This is the monthly archive for March 2009.
In the past two months or so I’ve done a lot of compatibility testing, and I thought I’d give you an update.
I’m increasingly posting my real-time raw test results and announcing new versions of tables on Twitter; so if you’re interested in that data you can follow me.
Since my previous post about mobile browser testing I’ve had four days in Düsseldorf to play with mobile phones, and I’ve once again unearthed quite a few problems that mobile browser testers will encounter. So this post is mostly about how the situation is even more complicated than we thought.
You can look over my shoulder while I’m testing, as far as I’m concerned, as long as you remember that every bit of data is provisional and may change radically without warning.
If you’re interested in real-time raw test results, follow me on Twitter. I regularly post my findings there, and it’s already delivered me some excellent feedback.
In this entry we’ll look at first-line and second-line browsers, mobile support for basic CSS, Opera’s two modes, the failure of
@media handheld, Vodafone “content adaptation,” the Nokia
keyCode problem, and we’ll close off with a few fun browser facts.
The crucial question of the moment is: who asserts supreme control over the way a website looks on a mobile phone? Currently I’m arguing the author should, but Opera and Vodafone assert vendor control, with Opera also giving the user a modicum of control.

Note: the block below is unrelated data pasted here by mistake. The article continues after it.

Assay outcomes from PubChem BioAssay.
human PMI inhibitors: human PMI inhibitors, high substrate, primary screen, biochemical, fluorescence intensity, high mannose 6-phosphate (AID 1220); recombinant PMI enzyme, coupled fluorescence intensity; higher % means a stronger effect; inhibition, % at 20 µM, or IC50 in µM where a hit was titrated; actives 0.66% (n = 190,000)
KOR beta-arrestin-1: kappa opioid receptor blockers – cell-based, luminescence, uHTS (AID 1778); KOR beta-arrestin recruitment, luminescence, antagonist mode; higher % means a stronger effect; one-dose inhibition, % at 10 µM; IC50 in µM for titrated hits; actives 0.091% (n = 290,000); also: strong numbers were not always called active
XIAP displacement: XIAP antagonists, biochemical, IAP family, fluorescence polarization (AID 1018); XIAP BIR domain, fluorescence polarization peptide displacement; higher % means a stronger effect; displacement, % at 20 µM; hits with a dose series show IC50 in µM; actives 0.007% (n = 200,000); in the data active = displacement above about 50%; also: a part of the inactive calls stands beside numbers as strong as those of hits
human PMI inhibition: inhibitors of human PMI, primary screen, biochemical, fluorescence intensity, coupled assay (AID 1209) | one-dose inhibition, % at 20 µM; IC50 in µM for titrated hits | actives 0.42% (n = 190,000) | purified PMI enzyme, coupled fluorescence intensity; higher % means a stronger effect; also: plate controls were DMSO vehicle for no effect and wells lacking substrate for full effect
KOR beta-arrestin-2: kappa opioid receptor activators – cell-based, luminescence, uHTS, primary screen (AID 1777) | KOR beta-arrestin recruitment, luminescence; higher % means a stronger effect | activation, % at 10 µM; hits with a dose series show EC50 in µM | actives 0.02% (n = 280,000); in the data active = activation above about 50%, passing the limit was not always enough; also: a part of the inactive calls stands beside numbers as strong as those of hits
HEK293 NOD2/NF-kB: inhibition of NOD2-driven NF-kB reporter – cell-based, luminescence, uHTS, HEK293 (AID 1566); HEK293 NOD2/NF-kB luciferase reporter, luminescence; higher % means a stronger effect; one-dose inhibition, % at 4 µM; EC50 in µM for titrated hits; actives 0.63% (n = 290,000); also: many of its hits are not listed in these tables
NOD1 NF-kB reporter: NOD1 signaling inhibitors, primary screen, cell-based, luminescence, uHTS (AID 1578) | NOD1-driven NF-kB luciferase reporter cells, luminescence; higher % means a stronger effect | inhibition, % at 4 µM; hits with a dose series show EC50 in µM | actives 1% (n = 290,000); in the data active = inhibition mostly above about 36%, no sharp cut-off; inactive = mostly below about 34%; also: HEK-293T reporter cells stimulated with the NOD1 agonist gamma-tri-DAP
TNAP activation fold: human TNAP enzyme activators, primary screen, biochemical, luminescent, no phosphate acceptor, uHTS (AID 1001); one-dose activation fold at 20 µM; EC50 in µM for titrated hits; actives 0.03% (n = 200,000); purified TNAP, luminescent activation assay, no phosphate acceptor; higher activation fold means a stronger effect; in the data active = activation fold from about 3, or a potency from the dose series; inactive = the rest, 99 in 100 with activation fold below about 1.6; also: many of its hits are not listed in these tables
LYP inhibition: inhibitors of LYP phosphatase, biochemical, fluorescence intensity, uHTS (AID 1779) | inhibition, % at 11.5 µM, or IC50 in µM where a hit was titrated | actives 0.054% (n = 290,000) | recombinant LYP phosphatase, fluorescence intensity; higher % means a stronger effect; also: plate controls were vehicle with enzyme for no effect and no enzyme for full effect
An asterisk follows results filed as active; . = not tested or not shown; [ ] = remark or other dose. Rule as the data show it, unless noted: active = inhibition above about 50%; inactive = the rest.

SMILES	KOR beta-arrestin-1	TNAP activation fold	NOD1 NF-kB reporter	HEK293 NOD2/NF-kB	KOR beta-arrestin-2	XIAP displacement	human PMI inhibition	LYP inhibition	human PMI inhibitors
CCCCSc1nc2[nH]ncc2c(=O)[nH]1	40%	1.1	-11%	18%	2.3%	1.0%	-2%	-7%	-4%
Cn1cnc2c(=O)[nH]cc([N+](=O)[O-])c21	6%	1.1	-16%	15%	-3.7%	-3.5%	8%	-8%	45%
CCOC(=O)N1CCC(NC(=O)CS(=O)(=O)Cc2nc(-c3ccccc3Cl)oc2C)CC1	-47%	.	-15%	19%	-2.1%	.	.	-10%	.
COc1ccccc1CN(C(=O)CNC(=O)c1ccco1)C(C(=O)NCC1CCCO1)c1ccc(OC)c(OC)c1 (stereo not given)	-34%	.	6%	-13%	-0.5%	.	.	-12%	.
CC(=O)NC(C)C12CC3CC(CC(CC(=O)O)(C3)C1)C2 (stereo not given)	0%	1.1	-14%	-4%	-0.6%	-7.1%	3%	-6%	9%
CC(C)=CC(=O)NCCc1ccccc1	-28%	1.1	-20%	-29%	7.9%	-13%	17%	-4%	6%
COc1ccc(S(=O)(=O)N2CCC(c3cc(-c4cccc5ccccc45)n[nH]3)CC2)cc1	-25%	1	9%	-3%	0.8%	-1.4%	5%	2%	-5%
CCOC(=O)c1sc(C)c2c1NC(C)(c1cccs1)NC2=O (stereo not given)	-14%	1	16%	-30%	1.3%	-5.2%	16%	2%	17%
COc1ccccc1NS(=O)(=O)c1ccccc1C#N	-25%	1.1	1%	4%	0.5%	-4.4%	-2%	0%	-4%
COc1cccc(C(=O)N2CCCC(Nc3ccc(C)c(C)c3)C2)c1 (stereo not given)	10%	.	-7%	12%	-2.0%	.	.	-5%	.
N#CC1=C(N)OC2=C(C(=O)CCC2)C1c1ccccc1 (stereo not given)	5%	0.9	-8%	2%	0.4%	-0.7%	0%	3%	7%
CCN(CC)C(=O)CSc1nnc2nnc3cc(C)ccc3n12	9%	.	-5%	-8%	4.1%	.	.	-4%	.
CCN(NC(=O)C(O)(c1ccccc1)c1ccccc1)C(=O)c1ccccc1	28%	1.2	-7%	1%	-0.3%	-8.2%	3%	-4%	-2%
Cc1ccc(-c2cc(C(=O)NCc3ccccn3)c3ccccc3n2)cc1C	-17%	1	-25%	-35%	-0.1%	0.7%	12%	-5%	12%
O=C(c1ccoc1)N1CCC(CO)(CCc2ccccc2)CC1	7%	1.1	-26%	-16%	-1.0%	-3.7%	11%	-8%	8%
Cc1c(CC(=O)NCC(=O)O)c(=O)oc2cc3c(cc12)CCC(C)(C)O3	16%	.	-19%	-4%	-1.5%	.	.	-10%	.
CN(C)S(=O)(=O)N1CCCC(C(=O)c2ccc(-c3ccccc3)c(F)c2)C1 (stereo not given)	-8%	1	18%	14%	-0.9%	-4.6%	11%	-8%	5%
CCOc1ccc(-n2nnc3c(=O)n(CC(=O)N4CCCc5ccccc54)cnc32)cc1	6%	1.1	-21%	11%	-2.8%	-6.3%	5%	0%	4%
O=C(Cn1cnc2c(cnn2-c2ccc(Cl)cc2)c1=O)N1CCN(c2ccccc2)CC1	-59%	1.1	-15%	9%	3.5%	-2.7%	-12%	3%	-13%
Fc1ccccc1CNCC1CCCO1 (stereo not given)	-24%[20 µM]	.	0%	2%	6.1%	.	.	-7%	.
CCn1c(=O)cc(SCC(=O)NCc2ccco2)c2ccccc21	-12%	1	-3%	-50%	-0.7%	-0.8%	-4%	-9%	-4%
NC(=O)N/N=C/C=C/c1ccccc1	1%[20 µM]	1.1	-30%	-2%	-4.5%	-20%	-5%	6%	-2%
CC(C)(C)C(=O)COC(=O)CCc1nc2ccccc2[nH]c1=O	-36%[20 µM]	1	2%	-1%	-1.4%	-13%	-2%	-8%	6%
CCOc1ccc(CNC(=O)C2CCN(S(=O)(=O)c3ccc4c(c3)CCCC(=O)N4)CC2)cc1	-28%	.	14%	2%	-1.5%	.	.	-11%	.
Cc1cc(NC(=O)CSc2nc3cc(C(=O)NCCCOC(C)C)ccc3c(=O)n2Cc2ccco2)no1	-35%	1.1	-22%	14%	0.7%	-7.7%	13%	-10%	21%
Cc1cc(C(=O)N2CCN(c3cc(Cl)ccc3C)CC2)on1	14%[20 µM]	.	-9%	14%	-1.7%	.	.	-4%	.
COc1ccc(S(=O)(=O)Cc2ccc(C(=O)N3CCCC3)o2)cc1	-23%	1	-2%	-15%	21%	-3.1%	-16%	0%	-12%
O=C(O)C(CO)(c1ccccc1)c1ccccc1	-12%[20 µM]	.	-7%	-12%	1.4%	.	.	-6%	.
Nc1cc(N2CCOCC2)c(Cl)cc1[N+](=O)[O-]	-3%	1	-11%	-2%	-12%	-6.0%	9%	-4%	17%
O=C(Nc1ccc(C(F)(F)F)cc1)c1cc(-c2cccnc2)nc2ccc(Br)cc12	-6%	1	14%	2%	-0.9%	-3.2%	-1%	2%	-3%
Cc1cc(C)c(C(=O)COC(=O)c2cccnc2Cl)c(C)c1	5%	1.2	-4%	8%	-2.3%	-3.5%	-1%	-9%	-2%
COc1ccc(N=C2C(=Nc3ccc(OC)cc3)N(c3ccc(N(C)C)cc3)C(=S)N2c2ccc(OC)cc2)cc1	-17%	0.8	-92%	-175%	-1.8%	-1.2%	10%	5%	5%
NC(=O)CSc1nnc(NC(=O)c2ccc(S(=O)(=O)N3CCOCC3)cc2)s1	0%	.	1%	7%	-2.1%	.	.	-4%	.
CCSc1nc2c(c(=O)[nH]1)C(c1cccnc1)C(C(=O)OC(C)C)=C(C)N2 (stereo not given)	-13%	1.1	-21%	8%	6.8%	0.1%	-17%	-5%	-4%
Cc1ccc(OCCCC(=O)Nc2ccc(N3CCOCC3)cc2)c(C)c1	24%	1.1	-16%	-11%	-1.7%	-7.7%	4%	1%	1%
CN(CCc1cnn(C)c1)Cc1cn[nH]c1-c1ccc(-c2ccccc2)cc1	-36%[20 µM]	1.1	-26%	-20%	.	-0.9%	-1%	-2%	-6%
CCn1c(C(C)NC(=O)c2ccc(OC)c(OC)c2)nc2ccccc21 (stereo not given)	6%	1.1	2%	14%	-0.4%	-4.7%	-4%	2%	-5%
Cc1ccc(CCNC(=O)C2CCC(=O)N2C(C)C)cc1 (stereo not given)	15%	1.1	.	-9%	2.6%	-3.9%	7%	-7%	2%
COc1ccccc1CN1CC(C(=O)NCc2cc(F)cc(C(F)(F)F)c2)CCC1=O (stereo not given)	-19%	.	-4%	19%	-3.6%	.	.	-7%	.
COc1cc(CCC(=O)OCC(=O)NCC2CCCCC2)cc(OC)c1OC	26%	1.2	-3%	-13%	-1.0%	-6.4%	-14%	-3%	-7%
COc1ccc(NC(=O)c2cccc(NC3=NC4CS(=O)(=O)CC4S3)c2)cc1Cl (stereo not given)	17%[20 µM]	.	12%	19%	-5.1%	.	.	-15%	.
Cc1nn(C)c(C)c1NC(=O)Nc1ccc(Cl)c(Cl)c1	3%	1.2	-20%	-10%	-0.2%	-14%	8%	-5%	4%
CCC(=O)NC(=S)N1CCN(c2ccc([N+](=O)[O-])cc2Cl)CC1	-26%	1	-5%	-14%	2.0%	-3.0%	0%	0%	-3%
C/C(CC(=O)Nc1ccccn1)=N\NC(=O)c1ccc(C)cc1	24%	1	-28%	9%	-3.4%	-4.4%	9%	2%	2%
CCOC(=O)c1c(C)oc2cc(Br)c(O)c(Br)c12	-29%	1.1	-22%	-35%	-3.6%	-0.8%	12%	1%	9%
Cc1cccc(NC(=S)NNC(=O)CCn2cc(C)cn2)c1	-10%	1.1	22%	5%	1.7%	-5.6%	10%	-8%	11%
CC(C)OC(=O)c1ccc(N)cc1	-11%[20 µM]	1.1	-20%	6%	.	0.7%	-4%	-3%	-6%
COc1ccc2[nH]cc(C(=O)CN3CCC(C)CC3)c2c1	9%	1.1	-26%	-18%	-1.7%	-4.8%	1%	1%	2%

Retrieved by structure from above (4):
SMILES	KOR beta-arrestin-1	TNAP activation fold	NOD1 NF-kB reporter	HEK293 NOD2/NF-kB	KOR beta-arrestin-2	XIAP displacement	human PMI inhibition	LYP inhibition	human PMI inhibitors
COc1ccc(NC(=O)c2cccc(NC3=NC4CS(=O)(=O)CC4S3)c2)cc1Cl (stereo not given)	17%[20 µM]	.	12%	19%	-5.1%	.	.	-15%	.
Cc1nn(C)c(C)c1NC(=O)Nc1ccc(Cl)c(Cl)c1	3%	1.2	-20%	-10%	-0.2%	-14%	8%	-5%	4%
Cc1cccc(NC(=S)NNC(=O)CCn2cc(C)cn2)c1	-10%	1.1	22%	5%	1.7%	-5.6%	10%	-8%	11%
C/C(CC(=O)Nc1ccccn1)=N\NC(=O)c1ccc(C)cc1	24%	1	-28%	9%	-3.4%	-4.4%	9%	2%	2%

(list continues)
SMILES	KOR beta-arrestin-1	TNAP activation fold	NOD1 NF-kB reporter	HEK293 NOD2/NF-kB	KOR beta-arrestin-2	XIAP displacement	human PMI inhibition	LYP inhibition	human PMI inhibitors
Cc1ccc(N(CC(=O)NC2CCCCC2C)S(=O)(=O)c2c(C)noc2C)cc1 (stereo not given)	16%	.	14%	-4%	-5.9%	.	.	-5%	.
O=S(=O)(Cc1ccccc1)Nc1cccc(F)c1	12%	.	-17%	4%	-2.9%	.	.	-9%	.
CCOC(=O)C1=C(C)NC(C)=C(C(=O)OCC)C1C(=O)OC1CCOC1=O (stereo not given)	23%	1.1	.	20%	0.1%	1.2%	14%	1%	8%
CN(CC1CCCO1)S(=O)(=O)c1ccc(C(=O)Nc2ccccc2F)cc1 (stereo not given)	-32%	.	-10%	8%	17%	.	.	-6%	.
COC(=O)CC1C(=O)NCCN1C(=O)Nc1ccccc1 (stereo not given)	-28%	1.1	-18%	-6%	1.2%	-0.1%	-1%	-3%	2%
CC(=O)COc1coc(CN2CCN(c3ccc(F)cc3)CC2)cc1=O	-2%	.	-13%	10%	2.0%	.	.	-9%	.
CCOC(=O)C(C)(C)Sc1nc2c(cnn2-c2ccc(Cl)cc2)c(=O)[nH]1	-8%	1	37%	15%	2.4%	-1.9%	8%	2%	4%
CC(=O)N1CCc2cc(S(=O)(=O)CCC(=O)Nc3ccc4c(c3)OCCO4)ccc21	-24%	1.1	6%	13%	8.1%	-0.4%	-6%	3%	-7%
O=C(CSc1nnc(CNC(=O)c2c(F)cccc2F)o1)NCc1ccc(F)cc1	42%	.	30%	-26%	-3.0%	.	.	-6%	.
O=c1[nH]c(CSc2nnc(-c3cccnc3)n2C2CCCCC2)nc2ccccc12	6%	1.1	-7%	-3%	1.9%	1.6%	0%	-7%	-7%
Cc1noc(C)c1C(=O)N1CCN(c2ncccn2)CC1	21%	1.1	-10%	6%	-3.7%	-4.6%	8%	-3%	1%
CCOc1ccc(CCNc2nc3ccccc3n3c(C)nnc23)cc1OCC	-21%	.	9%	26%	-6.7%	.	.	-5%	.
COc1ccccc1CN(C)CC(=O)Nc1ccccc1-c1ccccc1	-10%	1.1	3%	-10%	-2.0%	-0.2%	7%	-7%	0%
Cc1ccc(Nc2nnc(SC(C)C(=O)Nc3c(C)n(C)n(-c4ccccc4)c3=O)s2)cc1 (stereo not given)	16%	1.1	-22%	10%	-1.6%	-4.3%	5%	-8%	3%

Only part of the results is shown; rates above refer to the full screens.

About a month ago the software department
of Vodafone Internet Services, based in Düsseldorf, Germany, asked for my help in creating
mobile widgets according to the W3C
Widgets specification. In particular, they’d noticed there are differences between
browsers even on mobile phones (imagine my surprise), and decided they needed advice from
a specialist (that would be me).
Better still, it quickly turned out that they were willing to pay me for doing
serious mobile browser compatibility tests and publishing them on this site.
The payment thingy is quite unusual, I can tell you (though not entirely unique).
This is easily the best job offer I’ve gotten in my entire freelance career, so I hurried to
accept it. Meanwhile I’ve done mobile tests for five days; enough to offer some
guidance for setting up a doctrine for mobile browser testing.
As far as I’m concerned you can look over my
shoulder while I’m working, but please PLEASE remember that everything I say
may change radically without notice after I’ve tested the same browsers on other devices.
Right now I’ve only done a few tests of functionality that’s basic to the
mobile experience, and even these basic tests will likely have to be expanded.
Besides, right now getting a general feeling for mobile testing and its manifold problems
is more important than running lots and lots of tests.